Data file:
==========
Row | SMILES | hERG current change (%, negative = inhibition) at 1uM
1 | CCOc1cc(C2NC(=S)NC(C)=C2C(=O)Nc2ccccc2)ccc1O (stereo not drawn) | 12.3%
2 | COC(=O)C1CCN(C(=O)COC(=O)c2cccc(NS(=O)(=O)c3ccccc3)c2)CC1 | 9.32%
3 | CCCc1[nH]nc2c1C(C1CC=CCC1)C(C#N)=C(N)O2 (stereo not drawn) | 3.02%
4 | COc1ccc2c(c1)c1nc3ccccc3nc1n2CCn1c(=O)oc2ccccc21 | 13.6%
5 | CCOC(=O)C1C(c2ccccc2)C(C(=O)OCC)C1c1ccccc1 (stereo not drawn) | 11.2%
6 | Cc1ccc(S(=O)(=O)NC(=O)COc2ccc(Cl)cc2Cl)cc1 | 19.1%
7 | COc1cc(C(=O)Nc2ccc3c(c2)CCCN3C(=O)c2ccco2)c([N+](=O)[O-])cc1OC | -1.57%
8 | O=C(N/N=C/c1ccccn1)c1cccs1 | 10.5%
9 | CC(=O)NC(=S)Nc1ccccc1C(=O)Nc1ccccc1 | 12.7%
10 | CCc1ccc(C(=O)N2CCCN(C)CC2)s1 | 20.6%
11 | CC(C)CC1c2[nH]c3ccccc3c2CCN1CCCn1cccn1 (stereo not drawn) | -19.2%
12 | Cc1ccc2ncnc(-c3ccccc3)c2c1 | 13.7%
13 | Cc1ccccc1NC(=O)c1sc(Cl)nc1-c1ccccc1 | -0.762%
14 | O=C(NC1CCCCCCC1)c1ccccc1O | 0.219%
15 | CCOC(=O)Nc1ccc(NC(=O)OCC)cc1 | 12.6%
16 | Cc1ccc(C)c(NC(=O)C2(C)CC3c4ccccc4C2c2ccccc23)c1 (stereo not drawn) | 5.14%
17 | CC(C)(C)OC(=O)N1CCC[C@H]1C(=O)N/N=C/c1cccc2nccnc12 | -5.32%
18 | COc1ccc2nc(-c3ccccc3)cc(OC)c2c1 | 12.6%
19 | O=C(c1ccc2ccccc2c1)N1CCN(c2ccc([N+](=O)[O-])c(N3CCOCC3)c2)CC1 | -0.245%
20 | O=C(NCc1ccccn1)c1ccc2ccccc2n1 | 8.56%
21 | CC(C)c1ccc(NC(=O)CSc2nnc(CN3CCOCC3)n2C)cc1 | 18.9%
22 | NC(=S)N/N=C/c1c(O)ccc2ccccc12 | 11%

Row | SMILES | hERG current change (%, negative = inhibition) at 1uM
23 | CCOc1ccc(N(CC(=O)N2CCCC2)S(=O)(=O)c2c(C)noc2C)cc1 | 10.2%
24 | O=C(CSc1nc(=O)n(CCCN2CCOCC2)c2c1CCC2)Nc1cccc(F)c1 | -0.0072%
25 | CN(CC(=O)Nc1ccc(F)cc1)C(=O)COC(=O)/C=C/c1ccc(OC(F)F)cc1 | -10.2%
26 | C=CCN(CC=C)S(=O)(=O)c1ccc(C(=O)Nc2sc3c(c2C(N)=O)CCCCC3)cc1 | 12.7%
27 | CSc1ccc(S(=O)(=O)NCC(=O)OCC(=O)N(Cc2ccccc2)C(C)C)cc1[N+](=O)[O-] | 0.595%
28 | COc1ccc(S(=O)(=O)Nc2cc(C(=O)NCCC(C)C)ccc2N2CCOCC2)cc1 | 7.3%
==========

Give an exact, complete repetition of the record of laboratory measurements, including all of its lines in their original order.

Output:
Row | SMILES | hERG current change (%, negative = inhibition) at 1uM
1 | CCOc1cc(C2NC(=S)NC(C)=C2C(=O)Nc2ccccc2)ccc1O (stereo not drawn) | 12.3%
2 | COC(=O)C1CCN(C(=O)COC(=O)c2cccc(NS(=O)(=O)c3ccccc3)c2)CC1 | 9.32%
3 | CCCc1[nH]nc2c1C(C1CC=CCC1)C(C#N)=C(N)O2 (stereo not drawn) | 3.02%
4 | COc1ccc2c(c1)c1nc3ccccc3nc1n2CCn1c(=O)oc2ccccc21 | 13.6%
5 | CCOC(=O)C1C(c2ccccc2)C(C(=O)OCC)C1c1ccccc1 (stereo not drawn) | 11.2%
6 | Cc1ccc(S(=O)(=O)NC(=O)COc2ccc(Cl)cc2Cl)cc1 | 19.1%
7 | COc1cc(C(=O)Nc2ccc3c(c2)CCCN3C(=O)c2ccco2)c([N+](=O)[O-])cc1OC | -1.57%
8 | O=C(N/N=C/c1ccccn1)c1cccs1 | 10.5%
9 | CC(=O)NC(=S)Nc1ccccc1C(=O)Nc1ccccc1 | 12.7%
10 | CCc1ccc(C(=O)N2CCCN(C)CC2)s1 | 20.6%
11 | CC(C)CC1c2[nH]c3ccccc3c2CCN1CCCn1cccn1 (stereo not drawn) | -19.2%
12 | Cc1ccc2ncnc(-c3ccccc3)c2c1 | 13.7%
13 | Cc1ccccc1NC(=O)c1sc(Cl)nc1-c1ccccc1 | -0.762%
14 | O=C(NC1CCCCCCC1)c1ccccc1O | 0.219%
15 | CCOC(=O)Nc1ccc(NC(=O)OCC)cc1 | 12.6%
16 | Cc1ccc(C)c(NC(=O)C2(C)CC3c4ccccc4C2c2ccccc23)c1 (stereo not drawn) | 5.14%
17 | CC(C)(C)OC(=O)N1CCC[C@H]1C(=O)N/N=C/c1cccc2nccnc12 | -5.32%
18 | COc1ccc2nc(-c3ccccc3)cc(OC)c2c1 | 12.6%
19 | O=C(c1ccc2ccccc2c1)N1CCN(c2ccc([N+](=O)[O-])c(N3CCOCC3)c2)CC1 | -0.245%
20 | O=C(NCc1ccccn1)c1ccc2ccccc2n1 | 8.56%
21 | CC(C)c1ccc(NC(=O)CSc2nnc(CN3CCOCC3)n2C)cc1 | 18.9%
22 | NC(=S)N/N=C/c1c(O)ccc2ccccc12 | 11%

Row | SMILES | hERG current change (%, negative = inhibition) at 1uM
23 | CCOc1ccc(N(CC(=O)N2CCCC2)S(=O)(=O)c2c(C)noc2C)cc1 | 10.2%
24 | O=C(CSc1nc(=O)n(CCCN2CCOCC2)c2c1CCC2)Nc1cccc(F)c1 | -0.0072%
25 | CN(CC(=O)Nc1ccc(F)cc1)C(=O)COC(=O)/C=C/c1ccc(OC(F)F)cc1 | -10.2%
26 | C=CCN(CC=C)S(=O)(=O)c1ccc(C(=O)Nc2sc3c(c2C(N)=O)CCCCC3)cc1 | 12.7%
27 | CSc1ccc(S(=O)(=O)NCC(=O)OCC(=O)N(Cc2ccccc2)C(C)C)cc1[N+](=O)[O-] | 0.595%
28 | COc1ccc(S(=O)(=O)Nc2cc(C(=O)NCCC(C)C)ccc2N2CCOCC2)cc1 | 7.3%